National Fisherman


LOWER FRASER RIVER — Gord Botkin spends more time fishing for the Pacific Salmon Commission than he does for himself these days.
 
Every day from July through September — except during rare commercial openings on the Fraser River — the commission contracts Botkin to motor out from Ladner harbor in his 11-meter gillnetter, Miss Delta, to a navigational buoy at Cottonwood near Tilbury Island industrial area.
 
During one 45-minute trip this week, he remarks to The Vancouver Sun that the boat is plying the murky waters directly over gridlocked George Massey Tunnel. “No rush hour on top of it,” he jokes over the industrial hum of the vessel’s 170-horsepower motor.
 
Fishermen on the lower Fraser River like to set their lines as the tide begins to flood and the salmon, preferring the path of least resistance, start to move upriver.
 
This day’s 30-minute test fishery starts at 5:15 p.m., just past slack tide, as more than 200 meters of nylon gillnet are rolled off the stern section, forming a long wavering curtain of death to fish swimming its way.
 
“There’s a few fish on the sounder,” says Botkin, watching a screen overhead. “Some sign of life. Now, if we can get them in the net.”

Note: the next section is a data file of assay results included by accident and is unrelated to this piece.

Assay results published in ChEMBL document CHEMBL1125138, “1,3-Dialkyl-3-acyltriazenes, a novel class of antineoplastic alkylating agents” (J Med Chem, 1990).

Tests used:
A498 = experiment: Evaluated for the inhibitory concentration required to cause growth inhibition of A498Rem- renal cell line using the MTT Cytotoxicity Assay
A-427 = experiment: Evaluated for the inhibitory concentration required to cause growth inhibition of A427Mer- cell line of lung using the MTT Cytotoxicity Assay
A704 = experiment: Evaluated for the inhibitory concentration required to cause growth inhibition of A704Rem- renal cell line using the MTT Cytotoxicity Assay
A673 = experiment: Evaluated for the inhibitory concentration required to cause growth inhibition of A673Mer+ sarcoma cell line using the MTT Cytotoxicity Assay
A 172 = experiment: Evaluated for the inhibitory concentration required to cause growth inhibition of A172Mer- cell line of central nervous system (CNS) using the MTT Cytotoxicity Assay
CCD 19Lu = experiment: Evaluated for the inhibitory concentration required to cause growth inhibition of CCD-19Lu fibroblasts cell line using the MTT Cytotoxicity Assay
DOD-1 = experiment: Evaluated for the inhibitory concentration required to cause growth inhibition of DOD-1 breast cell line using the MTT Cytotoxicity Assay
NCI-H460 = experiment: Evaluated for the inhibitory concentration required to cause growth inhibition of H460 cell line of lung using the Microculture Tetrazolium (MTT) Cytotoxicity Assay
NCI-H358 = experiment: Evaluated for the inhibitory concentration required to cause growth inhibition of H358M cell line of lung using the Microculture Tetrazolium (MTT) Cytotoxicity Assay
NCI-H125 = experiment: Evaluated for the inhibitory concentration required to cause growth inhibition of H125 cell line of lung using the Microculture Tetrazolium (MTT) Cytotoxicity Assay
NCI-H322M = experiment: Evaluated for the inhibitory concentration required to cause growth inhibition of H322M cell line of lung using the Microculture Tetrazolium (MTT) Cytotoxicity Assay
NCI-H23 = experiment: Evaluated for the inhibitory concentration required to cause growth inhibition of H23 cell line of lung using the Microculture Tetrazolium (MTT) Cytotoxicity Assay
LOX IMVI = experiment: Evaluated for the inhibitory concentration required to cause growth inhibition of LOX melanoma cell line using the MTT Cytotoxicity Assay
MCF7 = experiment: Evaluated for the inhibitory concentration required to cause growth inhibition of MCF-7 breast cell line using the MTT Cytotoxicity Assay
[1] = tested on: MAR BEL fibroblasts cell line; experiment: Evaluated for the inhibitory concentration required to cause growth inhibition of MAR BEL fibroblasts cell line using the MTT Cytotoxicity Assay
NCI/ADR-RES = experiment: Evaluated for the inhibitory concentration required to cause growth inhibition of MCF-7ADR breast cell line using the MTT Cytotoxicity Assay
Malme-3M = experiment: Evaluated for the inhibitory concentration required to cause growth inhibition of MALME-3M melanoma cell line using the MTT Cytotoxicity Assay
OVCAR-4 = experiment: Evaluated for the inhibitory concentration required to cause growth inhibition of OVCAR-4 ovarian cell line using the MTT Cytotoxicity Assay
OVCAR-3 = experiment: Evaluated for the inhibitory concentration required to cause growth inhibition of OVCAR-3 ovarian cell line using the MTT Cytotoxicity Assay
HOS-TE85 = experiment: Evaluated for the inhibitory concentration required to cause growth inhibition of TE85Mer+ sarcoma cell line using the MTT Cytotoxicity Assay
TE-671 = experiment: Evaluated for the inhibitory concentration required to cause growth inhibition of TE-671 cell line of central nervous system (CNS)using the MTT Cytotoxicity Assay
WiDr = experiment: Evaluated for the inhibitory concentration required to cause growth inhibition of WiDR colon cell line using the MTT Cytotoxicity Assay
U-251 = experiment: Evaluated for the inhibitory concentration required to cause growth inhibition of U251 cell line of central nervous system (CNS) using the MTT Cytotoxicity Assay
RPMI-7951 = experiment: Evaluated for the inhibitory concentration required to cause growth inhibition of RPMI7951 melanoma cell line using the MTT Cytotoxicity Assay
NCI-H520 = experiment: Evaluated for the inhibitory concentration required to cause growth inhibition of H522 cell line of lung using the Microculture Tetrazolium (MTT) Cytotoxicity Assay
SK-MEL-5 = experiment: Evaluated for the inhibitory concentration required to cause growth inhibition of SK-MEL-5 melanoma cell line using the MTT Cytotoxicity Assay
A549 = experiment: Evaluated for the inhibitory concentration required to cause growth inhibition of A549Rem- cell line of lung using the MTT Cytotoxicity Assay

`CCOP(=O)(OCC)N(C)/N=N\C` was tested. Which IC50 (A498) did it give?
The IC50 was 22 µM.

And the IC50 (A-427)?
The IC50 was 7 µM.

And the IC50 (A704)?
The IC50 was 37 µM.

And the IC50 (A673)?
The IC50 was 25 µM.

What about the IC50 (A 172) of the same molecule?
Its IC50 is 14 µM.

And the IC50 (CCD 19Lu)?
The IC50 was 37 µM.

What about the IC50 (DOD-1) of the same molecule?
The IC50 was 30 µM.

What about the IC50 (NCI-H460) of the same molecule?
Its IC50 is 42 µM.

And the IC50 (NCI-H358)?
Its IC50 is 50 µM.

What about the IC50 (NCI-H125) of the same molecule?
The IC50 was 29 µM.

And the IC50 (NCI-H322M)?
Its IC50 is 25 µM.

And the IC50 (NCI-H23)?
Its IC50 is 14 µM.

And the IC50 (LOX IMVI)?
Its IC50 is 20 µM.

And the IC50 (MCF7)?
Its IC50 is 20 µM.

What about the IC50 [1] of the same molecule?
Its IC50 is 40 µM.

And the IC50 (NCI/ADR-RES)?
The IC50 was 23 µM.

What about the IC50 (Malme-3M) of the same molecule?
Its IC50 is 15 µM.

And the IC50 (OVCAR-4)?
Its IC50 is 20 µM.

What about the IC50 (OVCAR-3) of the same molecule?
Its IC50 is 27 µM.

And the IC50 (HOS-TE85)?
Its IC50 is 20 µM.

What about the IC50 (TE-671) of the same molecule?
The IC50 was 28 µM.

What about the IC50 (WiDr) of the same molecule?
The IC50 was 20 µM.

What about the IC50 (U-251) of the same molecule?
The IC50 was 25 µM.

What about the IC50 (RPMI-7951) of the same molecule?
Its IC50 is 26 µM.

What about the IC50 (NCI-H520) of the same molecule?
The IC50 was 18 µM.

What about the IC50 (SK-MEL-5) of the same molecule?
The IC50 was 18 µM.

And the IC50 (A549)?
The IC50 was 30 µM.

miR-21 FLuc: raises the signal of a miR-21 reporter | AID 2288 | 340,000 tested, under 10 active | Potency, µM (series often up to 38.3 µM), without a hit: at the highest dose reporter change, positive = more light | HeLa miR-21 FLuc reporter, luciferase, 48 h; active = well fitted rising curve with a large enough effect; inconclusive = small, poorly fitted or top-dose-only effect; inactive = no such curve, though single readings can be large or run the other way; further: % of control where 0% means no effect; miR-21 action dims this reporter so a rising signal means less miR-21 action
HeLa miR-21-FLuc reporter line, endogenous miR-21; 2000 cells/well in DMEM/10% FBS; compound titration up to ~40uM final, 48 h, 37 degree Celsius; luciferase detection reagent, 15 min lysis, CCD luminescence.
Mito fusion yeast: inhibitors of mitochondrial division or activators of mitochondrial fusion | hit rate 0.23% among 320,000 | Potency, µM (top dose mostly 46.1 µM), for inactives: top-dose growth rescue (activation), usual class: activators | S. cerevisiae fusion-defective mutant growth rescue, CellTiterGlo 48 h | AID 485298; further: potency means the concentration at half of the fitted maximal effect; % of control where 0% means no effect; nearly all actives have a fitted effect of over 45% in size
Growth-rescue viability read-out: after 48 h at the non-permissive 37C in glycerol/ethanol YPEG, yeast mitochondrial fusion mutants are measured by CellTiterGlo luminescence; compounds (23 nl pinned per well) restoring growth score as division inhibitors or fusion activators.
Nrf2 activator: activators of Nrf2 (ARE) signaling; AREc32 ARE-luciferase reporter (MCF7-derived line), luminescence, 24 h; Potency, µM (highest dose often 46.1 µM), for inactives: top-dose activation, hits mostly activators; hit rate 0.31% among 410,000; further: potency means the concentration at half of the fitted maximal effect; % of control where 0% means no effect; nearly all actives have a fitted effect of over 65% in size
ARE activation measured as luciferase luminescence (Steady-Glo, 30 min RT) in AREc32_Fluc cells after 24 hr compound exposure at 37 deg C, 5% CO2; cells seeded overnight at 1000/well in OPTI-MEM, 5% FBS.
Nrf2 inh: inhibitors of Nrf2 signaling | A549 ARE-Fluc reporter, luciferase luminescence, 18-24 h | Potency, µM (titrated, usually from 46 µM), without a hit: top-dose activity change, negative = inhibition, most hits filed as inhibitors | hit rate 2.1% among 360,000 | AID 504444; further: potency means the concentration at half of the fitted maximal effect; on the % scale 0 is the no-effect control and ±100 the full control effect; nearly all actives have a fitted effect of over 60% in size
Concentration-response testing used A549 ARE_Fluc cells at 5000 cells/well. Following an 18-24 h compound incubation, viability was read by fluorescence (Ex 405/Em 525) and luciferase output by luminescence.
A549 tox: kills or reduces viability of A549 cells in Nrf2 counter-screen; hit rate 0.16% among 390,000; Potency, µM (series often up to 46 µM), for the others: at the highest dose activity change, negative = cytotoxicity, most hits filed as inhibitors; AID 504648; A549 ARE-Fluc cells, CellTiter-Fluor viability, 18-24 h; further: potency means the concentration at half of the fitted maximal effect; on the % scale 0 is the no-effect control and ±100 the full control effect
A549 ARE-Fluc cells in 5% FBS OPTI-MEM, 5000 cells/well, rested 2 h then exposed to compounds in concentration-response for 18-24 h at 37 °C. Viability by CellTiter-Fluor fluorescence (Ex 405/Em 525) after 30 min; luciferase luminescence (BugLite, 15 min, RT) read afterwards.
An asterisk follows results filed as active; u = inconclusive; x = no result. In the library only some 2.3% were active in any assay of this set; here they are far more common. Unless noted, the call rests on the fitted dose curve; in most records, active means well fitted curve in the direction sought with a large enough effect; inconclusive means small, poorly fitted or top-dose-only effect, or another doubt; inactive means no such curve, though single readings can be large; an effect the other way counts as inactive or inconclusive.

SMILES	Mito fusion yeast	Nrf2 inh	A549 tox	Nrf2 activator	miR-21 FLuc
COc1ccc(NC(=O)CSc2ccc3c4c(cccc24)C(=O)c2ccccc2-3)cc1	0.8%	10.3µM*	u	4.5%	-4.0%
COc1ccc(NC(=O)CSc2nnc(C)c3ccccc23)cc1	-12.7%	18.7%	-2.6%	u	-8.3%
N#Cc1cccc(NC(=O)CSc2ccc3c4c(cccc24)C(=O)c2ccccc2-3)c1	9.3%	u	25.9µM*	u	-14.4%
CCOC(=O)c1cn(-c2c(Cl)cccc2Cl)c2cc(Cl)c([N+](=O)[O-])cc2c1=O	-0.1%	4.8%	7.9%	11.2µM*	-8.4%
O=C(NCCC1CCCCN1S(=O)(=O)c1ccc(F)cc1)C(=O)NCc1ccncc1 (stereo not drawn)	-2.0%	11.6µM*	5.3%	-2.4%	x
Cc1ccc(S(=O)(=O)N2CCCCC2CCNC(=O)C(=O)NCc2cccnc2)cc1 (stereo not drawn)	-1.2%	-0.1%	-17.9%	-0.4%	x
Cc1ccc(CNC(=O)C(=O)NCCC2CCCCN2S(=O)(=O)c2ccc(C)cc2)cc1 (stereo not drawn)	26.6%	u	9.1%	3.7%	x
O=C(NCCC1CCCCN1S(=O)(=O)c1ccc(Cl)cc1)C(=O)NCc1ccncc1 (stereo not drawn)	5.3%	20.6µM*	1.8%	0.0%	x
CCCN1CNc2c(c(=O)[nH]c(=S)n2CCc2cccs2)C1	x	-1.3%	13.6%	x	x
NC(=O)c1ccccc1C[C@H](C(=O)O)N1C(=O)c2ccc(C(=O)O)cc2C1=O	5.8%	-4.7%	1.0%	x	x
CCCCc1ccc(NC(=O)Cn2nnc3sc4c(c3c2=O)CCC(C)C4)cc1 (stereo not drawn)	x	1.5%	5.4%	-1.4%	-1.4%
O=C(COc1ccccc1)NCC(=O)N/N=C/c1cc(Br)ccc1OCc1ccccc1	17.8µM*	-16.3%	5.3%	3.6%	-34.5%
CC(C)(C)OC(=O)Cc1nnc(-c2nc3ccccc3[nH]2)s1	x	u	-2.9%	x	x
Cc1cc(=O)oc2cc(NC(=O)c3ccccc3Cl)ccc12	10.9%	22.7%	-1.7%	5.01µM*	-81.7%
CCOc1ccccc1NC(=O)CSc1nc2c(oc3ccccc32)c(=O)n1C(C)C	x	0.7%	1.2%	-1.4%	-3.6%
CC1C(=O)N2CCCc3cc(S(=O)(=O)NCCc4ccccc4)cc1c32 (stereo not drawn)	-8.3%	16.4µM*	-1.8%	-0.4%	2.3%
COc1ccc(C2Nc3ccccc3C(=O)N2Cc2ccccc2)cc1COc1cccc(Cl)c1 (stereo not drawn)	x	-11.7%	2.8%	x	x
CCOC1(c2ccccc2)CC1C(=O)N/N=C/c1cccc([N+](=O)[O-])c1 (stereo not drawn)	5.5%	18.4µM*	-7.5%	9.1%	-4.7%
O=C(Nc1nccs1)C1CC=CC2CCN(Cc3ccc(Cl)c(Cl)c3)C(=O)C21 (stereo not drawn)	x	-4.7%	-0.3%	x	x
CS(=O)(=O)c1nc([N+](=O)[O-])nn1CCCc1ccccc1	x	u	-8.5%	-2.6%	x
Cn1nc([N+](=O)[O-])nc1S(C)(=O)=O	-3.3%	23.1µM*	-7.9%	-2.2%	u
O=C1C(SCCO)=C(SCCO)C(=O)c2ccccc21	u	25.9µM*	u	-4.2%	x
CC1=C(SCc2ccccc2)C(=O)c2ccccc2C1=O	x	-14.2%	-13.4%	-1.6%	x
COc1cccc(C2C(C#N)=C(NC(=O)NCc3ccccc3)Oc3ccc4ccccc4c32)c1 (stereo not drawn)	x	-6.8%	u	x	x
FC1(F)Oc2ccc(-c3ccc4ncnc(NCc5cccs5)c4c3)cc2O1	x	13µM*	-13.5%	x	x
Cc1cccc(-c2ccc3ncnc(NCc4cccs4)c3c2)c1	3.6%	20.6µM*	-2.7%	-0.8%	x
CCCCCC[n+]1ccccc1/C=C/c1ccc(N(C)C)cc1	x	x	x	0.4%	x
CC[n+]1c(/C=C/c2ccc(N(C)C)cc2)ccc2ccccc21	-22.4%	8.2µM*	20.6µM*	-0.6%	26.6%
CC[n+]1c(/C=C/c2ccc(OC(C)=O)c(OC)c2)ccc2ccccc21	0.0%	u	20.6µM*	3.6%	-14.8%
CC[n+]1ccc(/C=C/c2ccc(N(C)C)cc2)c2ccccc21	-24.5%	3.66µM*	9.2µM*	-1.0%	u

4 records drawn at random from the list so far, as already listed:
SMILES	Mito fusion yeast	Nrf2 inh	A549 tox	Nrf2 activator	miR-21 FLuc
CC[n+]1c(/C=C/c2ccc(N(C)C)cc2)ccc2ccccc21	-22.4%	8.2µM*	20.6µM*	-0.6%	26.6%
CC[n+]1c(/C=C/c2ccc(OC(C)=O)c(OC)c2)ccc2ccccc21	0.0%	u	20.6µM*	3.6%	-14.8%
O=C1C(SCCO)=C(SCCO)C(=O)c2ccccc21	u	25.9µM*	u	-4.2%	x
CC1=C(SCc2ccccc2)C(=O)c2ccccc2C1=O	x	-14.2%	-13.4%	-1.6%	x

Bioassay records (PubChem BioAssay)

Read the full story at Vancouver Sun>>

Want to read more about Fraser River salmon? Click here

Inside the Industry

The Atlantic States Marine Fisheries Commission recently released the preliminary agenda and public comment process for its 75th annual meeting which will be held October 23-27 in Bar Harbor, Maine.

 

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The Obama Administration recently announced that it is looking for candidates to be considered for a sustainable fishing prize.

The White House Champion for Change for Sustainable Seafood designation will honor individuals for “contributing to the ongoing recovery of America’s fishing industry and our fishing communities.”

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